Apparently New York City had 15 floating pools in the early 1900s. But they were eventually done away with. Starting in 1999, Ann Buttenweiser started up a foundation to bring them back. One of the reasons for bringing them back was that the floating pools could be transported to the destinations were they were most needed–usually the poorest neighborhoods close to the water. Even though New York City has about 50 public pools open each summer, some neighborhoods often do not have good public facilities and the children otherwise have no way to learn how to swim unless they travel to one of the few beaches in the city. The foundation worked with architects to bring the pool to life and it has been quite successful.

A larger concept here. And for those not near the sea, New York also has experimented with dumpster pools–temporary swimming pools using dumpsters.

Floating Nature Reserve–United Kingdom

Opened last month. Because it floats, it does not need to worry about the seasonal fluctuations in the water level of the wetlands. It also has a gift shop, local food store, a restaurant, and kilometers of hiking trails for visitors to explore

Dutch Floating Homes

These homes are not boats. They are fixed to their base, but they can float up if needed if the river floods.Each house is made of lightweight wood, and the concrete base is hollow, giving it ship-like buoyancy. With no foundations anchored in the earth,
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Other examples, chosen just because they look nice.

Design for a Houseboat–Hamburg, Germany

Again, one of the advantages publicized for this type of building is the greater use of available space in a city.

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Semi-submerged two story houseboat.

What is interesting with this houseboat is that some of the rooms are actually underwater. Designed by Waterstudio.

 …quite elegant and functional. On the exterior portion of the lot: leave the lawn flat and trimmed on one side to match the open expanse of water on the other. Within the building space: create three levels – the bottom as a retreat, the middle as a welcoming main floor and the top a relatively bare rooftop deck for enjoying the outdoors. .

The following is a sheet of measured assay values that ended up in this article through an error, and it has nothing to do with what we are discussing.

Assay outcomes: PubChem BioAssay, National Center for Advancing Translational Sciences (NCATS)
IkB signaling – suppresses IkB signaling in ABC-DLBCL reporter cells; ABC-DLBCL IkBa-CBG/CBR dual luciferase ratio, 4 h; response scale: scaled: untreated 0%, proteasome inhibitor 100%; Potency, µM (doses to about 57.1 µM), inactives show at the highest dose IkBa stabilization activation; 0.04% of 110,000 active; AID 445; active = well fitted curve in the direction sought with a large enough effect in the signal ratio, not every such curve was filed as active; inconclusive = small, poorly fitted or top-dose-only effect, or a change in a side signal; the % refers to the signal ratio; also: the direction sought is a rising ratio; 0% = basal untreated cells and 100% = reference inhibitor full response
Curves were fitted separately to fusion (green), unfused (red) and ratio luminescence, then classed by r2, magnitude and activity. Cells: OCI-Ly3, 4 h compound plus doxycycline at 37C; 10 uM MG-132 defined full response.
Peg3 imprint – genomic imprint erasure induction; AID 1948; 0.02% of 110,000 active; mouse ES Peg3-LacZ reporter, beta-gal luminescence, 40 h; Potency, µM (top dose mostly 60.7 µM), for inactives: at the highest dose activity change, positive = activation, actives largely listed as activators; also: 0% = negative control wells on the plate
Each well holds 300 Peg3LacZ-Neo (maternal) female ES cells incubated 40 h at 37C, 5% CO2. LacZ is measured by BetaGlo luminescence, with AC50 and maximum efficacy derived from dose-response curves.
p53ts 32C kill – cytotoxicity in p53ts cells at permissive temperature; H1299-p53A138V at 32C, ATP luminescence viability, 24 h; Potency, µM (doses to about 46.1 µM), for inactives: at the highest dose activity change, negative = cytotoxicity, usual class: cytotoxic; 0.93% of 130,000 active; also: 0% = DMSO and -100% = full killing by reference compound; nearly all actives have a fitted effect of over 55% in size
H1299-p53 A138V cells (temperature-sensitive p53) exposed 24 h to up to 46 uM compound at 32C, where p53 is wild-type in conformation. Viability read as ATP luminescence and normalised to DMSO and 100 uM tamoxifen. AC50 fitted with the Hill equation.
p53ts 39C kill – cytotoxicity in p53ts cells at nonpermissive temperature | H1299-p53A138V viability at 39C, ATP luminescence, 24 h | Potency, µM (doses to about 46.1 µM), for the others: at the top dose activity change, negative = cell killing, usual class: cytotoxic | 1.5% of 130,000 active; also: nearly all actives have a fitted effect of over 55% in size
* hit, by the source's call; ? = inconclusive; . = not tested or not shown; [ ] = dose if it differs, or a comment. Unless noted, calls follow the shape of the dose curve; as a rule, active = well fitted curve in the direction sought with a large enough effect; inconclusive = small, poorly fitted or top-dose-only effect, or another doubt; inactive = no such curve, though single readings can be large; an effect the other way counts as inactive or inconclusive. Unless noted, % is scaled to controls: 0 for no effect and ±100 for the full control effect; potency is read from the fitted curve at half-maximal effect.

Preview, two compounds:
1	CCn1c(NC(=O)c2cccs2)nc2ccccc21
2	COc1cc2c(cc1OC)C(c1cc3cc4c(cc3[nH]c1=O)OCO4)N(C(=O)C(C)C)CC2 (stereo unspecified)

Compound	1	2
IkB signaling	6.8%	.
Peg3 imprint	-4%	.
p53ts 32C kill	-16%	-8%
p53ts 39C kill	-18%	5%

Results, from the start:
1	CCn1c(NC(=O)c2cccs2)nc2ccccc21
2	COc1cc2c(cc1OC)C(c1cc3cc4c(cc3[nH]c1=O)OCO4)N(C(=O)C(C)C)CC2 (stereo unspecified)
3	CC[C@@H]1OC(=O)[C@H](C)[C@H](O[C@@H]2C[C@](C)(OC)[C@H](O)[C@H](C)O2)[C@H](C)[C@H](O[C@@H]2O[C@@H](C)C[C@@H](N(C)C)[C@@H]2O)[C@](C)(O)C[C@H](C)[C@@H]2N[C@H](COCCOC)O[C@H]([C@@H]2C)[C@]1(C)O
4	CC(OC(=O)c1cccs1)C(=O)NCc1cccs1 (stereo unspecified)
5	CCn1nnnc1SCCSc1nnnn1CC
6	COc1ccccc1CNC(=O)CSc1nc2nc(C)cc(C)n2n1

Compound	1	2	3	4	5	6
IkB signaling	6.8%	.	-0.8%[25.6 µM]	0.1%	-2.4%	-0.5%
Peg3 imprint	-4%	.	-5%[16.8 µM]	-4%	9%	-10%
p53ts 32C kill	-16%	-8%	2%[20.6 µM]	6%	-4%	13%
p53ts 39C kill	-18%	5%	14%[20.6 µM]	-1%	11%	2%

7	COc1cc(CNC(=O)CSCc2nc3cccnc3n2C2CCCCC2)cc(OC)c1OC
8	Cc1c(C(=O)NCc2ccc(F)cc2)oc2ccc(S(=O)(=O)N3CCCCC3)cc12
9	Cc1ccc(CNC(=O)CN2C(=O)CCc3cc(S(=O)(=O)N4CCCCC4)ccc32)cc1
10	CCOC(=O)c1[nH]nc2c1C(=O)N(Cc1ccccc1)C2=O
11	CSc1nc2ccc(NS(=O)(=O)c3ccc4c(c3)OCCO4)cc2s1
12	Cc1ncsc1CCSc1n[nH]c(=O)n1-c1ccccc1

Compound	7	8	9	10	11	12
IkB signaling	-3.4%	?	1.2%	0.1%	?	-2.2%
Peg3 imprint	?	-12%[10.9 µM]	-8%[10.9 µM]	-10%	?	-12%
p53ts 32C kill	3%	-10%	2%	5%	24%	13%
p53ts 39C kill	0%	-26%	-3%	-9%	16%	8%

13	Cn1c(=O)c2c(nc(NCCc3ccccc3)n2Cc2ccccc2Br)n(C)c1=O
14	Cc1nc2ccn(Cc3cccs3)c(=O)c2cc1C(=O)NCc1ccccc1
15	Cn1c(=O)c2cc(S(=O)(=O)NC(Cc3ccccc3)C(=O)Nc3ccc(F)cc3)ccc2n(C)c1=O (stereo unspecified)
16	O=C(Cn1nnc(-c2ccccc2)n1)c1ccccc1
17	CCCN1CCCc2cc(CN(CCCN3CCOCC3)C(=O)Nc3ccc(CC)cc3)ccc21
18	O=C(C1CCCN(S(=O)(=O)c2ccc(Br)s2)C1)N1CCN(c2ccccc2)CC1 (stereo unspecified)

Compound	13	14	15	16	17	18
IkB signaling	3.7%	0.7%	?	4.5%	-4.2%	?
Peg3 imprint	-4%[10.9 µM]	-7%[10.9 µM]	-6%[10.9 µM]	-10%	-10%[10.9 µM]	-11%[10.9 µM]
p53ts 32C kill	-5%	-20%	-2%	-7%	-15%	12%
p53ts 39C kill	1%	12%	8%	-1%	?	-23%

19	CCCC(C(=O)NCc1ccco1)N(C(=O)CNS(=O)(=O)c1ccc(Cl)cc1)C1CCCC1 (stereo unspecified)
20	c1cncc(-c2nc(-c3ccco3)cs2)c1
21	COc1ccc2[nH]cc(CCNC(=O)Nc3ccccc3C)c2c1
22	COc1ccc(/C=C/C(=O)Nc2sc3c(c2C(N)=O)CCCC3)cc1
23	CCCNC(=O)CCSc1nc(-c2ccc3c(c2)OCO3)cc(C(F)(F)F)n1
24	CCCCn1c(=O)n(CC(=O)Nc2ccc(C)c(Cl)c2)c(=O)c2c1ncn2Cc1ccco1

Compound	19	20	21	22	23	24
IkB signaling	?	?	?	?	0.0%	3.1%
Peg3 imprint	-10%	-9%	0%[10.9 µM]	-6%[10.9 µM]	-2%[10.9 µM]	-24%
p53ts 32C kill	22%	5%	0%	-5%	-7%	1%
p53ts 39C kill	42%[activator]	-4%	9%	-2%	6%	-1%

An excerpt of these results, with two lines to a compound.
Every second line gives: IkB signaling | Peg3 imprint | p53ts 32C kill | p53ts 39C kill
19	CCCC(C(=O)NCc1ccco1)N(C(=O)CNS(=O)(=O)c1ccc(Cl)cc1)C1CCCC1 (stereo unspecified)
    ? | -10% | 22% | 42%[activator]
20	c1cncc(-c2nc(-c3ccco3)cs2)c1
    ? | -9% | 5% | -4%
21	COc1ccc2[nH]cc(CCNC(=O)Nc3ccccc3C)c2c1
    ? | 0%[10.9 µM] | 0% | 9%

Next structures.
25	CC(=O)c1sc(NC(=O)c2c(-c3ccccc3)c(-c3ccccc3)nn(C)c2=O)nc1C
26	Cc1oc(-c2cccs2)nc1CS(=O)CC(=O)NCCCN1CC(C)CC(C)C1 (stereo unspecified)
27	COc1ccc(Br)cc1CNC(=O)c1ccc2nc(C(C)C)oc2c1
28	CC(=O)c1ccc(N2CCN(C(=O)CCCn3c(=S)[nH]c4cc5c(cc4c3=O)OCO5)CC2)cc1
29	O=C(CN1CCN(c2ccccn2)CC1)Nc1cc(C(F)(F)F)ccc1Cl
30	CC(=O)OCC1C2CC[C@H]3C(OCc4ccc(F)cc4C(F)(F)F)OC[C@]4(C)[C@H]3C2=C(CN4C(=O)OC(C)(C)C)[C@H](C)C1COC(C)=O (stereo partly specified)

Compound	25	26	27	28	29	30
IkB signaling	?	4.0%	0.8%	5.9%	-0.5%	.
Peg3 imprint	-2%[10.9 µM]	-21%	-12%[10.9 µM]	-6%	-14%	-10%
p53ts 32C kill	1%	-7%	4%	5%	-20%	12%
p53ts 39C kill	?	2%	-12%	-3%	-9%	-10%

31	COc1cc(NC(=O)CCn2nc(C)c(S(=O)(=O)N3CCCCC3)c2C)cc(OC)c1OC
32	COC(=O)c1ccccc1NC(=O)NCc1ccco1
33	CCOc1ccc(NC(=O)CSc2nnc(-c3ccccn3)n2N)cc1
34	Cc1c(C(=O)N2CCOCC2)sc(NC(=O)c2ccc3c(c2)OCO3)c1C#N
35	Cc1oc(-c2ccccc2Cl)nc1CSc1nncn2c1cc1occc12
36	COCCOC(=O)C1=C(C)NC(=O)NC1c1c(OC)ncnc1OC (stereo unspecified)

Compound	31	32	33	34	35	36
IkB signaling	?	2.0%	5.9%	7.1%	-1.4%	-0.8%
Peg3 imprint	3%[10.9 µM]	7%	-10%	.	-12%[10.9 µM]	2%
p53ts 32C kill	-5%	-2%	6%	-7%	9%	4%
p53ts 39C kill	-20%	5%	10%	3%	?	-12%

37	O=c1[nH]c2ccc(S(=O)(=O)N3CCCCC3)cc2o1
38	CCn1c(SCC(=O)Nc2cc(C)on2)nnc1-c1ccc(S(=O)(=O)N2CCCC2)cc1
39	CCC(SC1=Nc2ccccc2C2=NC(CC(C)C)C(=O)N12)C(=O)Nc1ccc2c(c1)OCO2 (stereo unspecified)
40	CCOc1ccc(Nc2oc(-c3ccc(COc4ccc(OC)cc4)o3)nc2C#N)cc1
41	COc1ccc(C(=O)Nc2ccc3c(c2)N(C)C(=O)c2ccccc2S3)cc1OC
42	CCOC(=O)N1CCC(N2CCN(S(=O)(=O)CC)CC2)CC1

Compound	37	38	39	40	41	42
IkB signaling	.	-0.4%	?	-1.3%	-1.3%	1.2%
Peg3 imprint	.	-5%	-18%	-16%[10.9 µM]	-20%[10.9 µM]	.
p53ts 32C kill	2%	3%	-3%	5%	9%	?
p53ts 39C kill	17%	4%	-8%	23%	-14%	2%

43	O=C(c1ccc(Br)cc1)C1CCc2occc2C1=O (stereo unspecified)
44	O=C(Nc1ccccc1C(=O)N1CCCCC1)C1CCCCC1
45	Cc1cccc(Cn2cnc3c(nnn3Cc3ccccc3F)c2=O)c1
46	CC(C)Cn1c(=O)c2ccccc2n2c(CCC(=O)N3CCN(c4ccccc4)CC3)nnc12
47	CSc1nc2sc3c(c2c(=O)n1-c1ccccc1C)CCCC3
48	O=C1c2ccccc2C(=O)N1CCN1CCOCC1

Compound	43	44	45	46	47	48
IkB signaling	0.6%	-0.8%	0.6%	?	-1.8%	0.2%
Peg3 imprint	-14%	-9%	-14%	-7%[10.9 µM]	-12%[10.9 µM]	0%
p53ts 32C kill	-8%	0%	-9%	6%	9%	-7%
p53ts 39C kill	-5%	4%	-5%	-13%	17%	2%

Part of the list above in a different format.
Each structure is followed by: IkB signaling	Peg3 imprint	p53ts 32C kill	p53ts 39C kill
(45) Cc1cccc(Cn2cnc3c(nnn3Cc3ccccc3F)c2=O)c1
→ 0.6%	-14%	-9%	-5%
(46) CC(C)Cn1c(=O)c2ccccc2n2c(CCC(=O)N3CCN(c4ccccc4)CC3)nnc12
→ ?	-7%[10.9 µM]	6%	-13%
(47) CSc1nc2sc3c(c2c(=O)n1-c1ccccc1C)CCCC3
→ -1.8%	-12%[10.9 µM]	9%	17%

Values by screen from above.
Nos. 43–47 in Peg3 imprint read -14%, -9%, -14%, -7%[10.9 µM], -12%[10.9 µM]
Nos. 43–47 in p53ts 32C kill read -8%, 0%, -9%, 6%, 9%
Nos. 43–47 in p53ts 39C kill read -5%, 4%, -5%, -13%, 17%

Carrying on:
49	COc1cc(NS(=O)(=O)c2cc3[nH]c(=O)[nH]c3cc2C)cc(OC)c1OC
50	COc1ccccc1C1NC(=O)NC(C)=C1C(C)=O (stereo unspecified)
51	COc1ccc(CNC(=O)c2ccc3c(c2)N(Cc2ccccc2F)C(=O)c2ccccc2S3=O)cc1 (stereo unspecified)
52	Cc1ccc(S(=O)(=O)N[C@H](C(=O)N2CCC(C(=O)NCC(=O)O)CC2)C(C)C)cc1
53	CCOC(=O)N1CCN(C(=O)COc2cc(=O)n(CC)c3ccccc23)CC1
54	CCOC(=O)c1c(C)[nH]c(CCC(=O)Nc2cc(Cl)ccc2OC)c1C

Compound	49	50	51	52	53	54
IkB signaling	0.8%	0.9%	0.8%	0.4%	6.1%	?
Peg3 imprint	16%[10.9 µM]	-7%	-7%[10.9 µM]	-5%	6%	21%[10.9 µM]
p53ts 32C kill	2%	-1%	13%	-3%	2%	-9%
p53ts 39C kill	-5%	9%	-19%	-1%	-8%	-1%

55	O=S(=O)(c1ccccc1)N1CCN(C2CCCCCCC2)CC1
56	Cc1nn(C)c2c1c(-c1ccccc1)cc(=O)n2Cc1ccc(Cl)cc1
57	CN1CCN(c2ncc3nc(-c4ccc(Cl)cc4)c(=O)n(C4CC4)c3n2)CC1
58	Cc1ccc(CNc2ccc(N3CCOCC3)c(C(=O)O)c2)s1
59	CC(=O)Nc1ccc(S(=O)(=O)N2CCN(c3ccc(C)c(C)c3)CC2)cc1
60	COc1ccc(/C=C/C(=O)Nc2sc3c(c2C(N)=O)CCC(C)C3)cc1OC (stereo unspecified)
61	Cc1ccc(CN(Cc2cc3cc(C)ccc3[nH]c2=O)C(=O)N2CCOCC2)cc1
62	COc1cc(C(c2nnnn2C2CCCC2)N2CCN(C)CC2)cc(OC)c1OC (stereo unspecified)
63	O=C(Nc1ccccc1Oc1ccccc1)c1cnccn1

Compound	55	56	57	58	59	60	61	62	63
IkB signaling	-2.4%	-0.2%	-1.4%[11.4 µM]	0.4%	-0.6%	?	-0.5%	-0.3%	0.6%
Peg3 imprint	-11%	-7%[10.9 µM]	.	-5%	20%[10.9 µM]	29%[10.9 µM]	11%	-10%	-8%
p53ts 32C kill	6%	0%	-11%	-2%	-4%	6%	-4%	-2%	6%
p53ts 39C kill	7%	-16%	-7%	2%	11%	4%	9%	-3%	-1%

Another partially submerged houseboat–Baltic Sea

Floating house, houseboat, Ålands Hotell, Iceberg Cabin, Daniel Andersson

Iceberg shaped summer cabin by architect Daniel Andersson. This one definitely looks like a leisure pad. The sunken aspect is more pronounced here than in the previous floating house. One of the greatest benefits of the design is the ability of the water to regulate the building temperature, eliminating the need for central air conditioning.

Water Villa–The Netherlands

Here.

t16 © +31 Architects

You can see other houseboats in the background

Urban Houseboat

A geothermal loop dropped down into the water below regulates the interior temperature, drawing up warm or cool as needed into an in-floor heating and cooling system. Gray water can likewise be lifted from the amble supply on all sides, while drinking water is collected via rain into semi-concealed tanks.

Seattle luxury houseboat.

Looks like it has a basement. About 250 sq. m. Currently being sold, at a price of US$3,450,000. Even though they technically don’t take up any land, they look to sell quite expensively. I think because houseboats are allowed in only a few places, so not much supply.